Every True/False is packed with its own memorable films. Five members of 2019’s True/False Canary Screening Committee share which films have stayed with them a year later.

True/False Celebration (Olivier Meyrou)


Director Olivier Meyrou spent four years studying Yves Saint Laurent in order to give the audience a behind-the-scenes look into the life of the haute couture icon.

Celebration was challenging because the subject matter lends itself to viewer expectations of beauty and art. Instead, director Olivier Meyrou serves up a stark view of Saint Laurent’s fragile last days, replete with a punishing, aggressive sound design. I loved it.”

— Mindy Stueckel

One Child Nation

True/False One Child Nation (Nanfu Wang)

Nanfu Wang takes a critical look at the China of her childhood where, for 35 years, couples were limited to raising one child. Starting in her hometown and expanding to the global impact, One Child Nation explores the heart-breaking truths of the limitations of family.

“It was so personal, and you couldn’t help but confront its realities.”

— Davis McCondichie

Island of the Hungry Ghosts

True/False Island of the Hungry Ghosts (Poh Lin Lee)

Poh Lin Lee works as a torture and trauma counselor on the Australian territory of Christmas Island. Unfolding over four years, this film focuses on the migration crisis at the island’s detention center and the uncertainty surrounding the lives of its residents.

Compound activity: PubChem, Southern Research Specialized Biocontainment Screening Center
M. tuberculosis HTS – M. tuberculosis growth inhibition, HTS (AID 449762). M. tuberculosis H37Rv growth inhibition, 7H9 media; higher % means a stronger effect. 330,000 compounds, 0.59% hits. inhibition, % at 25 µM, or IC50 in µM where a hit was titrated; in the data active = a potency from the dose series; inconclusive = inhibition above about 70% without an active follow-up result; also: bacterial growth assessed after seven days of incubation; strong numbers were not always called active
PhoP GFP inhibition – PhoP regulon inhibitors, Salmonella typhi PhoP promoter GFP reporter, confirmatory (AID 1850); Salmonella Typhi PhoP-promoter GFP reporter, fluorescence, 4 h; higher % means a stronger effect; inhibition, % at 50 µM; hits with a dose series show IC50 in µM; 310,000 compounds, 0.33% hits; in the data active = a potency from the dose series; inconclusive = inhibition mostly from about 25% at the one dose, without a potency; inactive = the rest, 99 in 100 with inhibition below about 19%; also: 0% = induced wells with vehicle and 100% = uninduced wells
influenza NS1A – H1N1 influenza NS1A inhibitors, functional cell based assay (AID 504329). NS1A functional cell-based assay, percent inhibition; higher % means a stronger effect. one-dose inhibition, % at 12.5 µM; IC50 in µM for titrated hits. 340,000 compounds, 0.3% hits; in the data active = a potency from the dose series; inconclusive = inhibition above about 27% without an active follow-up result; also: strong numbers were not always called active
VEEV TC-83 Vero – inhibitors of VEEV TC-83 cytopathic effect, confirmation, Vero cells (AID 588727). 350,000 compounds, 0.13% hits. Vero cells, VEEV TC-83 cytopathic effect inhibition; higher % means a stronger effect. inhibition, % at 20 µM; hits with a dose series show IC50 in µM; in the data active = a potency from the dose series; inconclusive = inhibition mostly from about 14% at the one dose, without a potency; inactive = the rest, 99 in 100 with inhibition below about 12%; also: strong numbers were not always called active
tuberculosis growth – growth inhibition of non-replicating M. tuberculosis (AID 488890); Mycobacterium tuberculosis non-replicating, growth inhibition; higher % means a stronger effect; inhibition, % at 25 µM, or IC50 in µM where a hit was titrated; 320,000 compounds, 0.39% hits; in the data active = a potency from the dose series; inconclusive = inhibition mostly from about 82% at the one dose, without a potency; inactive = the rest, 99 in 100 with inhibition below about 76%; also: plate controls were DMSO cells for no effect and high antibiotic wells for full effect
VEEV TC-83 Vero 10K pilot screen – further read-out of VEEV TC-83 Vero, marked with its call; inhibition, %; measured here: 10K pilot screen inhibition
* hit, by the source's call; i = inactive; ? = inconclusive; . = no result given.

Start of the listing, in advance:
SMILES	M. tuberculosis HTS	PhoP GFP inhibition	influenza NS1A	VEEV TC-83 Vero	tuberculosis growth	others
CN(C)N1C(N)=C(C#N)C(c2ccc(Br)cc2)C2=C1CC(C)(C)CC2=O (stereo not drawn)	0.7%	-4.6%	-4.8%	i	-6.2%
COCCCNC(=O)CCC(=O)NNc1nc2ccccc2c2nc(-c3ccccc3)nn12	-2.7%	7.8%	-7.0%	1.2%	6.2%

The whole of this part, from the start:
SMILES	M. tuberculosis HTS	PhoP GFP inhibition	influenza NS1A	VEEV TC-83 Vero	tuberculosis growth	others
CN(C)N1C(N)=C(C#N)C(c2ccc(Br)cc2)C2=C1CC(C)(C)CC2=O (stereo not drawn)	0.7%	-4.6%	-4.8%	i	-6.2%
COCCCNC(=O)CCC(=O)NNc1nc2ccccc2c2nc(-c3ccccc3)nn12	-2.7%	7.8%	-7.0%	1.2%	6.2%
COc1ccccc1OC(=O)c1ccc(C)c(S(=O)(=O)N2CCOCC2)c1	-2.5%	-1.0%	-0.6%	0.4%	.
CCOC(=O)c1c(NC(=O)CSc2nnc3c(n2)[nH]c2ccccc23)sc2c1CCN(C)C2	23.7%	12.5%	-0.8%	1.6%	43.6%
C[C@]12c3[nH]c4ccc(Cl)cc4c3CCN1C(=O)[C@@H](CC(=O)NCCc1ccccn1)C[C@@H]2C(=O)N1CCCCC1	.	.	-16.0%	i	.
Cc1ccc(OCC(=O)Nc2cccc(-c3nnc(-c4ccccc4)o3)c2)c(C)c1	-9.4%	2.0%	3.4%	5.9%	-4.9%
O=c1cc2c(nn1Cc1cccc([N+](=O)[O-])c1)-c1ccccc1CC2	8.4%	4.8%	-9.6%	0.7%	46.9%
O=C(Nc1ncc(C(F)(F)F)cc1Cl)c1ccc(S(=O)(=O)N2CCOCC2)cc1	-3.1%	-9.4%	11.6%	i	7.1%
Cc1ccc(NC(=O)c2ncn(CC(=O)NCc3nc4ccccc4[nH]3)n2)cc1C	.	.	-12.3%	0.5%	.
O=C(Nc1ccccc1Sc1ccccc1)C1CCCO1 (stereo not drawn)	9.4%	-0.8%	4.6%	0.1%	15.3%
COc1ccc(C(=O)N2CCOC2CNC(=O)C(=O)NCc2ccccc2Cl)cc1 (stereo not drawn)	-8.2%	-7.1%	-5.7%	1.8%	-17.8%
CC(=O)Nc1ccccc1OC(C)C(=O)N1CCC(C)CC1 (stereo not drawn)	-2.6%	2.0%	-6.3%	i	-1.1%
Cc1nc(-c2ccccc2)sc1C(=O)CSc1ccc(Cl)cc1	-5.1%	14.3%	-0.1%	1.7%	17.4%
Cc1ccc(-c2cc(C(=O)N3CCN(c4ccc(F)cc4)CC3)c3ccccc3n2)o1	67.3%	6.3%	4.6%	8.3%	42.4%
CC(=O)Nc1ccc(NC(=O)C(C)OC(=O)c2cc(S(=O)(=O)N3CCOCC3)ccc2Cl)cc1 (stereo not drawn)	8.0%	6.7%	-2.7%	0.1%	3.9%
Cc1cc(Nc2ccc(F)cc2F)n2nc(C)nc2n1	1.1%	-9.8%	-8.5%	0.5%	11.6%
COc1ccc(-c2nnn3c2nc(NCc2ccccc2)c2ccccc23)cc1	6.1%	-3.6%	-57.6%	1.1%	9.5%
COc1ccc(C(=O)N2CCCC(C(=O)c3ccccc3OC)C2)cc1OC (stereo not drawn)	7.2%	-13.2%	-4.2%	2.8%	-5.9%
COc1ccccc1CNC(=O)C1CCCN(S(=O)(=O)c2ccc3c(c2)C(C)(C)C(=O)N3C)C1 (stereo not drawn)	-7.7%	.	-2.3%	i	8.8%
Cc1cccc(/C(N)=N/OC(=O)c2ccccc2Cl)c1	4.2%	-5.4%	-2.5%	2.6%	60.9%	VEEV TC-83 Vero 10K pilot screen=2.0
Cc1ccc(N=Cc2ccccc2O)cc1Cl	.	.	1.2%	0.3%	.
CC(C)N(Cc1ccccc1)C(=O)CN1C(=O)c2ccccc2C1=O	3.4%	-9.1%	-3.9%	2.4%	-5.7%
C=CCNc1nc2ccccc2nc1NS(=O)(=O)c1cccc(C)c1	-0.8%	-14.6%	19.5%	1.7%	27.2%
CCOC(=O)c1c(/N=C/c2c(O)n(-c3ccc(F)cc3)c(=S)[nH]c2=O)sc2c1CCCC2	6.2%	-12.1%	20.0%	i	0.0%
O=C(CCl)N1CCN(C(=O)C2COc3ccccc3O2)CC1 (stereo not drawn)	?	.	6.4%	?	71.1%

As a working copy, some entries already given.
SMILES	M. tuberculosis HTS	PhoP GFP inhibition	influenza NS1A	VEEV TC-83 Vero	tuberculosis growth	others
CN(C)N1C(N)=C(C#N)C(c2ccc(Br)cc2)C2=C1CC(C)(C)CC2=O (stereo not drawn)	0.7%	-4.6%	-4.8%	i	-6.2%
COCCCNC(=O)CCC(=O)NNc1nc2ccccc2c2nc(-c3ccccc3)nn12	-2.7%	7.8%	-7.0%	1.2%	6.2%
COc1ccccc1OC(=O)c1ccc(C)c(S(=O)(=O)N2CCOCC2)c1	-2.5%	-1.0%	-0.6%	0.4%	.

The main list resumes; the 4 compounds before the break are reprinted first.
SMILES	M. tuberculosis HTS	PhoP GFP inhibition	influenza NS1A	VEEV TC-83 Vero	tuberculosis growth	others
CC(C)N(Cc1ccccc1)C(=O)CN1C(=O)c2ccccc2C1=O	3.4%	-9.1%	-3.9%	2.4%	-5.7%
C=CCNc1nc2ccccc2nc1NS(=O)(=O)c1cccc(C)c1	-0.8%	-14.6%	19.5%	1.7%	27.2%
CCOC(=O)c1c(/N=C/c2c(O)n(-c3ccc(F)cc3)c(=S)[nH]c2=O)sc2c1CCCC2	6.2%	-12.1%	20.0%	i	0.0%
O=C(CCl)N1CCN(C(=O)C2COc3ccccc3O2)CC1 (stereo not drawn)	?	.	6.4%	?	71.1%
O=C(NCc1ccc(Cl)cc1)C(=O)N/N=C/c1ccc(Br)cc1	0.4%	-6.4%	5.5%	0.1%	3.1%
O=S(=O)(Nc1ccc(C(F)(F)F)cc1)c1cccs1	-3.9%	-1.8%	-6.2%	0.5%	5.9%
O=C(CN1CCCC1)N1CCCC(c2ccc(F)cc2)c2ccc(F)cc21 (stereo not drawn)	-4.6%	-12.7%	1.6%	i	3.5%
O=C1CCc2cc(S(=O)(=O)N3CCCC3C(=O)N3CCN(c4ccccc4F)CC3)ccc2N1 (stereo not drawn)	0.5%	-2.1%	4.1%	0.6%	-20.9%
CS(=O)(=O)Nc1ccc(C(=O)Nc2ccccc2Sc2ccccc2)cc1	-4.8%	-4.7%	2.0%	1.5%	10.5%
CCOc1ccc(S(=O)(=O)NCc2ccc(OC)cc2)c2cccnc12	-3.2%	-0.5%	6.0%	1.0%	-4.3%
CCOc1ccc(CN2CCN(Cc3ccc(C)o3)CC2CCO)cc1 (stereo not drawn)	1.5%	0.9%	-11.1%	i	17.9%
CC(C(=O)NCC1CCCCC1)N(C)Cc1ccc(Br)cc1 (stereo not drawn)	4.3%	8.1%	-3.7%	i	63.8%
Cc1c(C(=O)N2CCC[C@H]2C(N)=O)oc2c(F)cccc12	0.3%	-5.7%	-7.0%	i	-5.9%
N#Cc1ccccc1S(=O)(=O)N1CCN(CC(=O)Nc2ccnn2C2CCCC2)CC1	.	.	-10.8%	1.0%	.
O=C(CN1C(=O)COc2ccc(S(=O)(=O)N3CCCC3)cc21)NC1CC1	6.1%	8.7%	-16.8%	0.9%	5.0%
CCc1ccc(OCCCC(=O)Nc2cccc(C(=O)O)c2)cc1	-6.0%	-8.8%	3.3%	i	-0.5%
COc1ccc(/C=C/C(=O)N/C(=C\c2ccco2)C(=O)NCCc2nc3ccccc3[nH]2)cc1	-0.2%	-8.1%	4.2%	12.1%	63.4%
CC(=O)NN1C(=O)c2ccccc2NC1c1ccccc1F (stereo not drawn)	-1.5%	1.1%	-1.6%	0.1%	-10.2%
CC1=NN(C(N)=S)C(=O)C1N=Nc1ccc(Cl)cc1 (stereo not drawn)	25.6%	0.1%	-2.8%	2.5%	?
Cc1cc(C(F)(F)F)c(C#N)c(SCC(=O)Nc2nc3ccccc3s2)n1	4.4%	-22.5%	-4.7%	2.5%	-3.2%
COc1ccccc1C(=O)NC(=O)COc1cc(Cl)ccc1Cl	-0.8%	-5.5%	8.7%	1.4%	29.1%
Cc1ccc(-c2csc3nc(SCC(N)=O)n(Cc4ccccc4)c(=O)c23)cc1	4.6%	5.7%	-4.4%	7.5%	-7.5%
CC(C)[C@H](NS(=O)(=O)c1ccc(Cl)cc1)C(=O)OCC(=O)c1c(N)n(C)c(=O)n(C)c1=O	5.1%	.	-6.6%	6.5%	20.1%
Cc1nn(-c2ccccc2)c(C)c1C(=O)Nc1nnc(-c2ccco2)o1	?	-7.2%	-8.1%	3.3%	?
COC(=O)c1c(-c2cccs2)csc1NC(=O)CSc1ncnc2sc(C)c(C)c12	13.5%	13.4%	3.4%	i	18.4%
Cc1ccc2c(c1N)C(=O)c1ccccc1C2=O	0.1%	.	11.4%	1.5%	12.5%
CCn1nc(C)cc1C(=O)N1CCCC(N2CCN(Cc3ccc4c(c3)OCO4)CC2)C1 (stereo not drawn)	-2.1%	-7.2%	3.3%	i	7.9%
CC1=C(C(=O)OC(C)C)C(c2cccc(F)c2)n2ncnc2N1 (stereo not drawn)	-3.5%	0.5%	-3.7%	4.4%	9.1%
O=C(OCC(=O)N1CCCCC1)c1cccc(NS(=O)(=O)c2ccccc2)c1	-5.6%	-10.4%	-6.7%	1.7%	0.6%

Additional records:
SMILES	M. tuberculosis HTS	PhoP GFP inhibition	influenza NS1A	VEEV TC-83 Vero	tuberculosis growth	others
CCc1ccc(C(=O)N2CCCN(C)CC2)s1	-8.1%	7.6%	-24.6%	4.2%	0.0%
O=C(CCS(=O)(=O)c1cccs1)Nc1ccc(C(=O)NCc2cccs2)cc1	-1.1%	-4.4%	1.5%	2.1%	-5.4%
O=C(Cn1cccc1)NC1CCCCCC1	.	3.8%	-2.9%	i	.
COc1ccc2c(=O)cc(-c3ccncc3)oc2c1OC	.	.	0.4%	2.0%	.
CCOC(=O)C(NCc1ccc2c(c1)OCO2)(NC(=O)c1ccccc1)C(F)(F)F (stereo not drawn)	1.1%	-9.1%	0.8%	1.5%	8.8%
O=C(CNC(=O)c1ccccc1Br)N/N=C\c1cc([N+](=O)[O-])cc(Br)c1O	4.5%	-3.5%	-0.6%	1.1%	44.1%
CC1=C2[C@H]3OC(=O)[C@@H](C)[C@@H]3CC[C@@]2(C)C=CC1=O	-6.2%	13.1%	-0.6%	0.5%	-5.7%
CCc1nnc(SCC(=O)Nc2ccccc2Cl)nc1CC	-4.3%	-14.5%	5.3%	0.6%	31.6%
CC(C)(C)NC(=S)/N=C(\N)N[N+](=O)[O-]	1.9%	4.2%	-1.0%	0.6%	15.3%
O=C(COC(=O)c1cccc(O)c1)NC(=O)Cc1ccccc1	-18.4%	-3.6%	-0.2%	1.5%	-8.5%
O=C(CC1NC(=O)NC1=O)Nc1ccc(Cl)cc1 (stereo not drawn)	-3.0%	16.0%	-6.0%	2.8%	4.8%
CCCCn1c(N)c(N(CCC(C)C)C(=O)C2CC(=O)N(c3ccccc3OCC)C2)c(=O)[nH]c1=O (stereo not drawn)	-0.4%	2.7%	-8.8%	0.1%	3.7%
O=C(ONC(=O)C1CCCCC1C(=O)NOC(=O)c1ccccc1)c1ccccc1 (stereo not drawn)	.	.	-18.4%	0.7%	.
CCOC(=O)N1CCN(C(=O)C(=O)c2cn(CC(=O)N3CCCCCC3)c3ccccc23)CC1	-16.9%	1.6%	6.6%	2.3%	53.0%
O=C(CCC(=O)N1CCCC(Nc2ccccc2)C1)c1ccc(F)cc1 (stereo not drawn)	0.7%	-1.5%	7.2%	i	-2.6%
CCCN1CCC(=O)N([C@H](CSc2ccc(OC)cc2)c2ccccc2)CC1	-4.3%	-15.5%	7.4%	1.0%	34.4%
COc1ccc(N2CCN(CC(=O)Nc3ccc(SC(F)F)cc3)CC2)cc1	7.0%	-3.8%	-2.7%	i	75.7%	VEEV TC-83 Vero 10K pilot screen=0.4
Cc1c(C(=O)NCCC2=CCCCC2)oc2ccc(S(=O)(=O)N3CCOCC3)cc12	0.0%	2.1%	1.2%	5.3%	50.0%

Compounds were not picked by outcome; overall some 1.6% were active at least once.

“It felt so intimate and tender, which made it all the more devastating.”

— Molly Bagnall

Knock Down the House

True/False Knock Down the House (Rachel Lears)

A film showcasing both resiliency and empowerment, Knock Down the House follows four working-class women trying to win the 2018 Democratic primaries.

“AOC is a symbol of hope, especially when you’re 1) female, 2) not rich and 3) wanting to challenge the status quo.”

— Sarah Sabatke

Chez Jolie Coiffure

True/False Chez Jolie Coiffure (Rosine Mfetgo Mbakam)

From Cameroon to Lebanon, Syria, Turkey, Greece and Belgium, this film follows the journey of hairdresser Sabine, a migrant in search of a better life.

“It introduced me to an entirely new voice and new part of the world.”

— Rebecca Fons 


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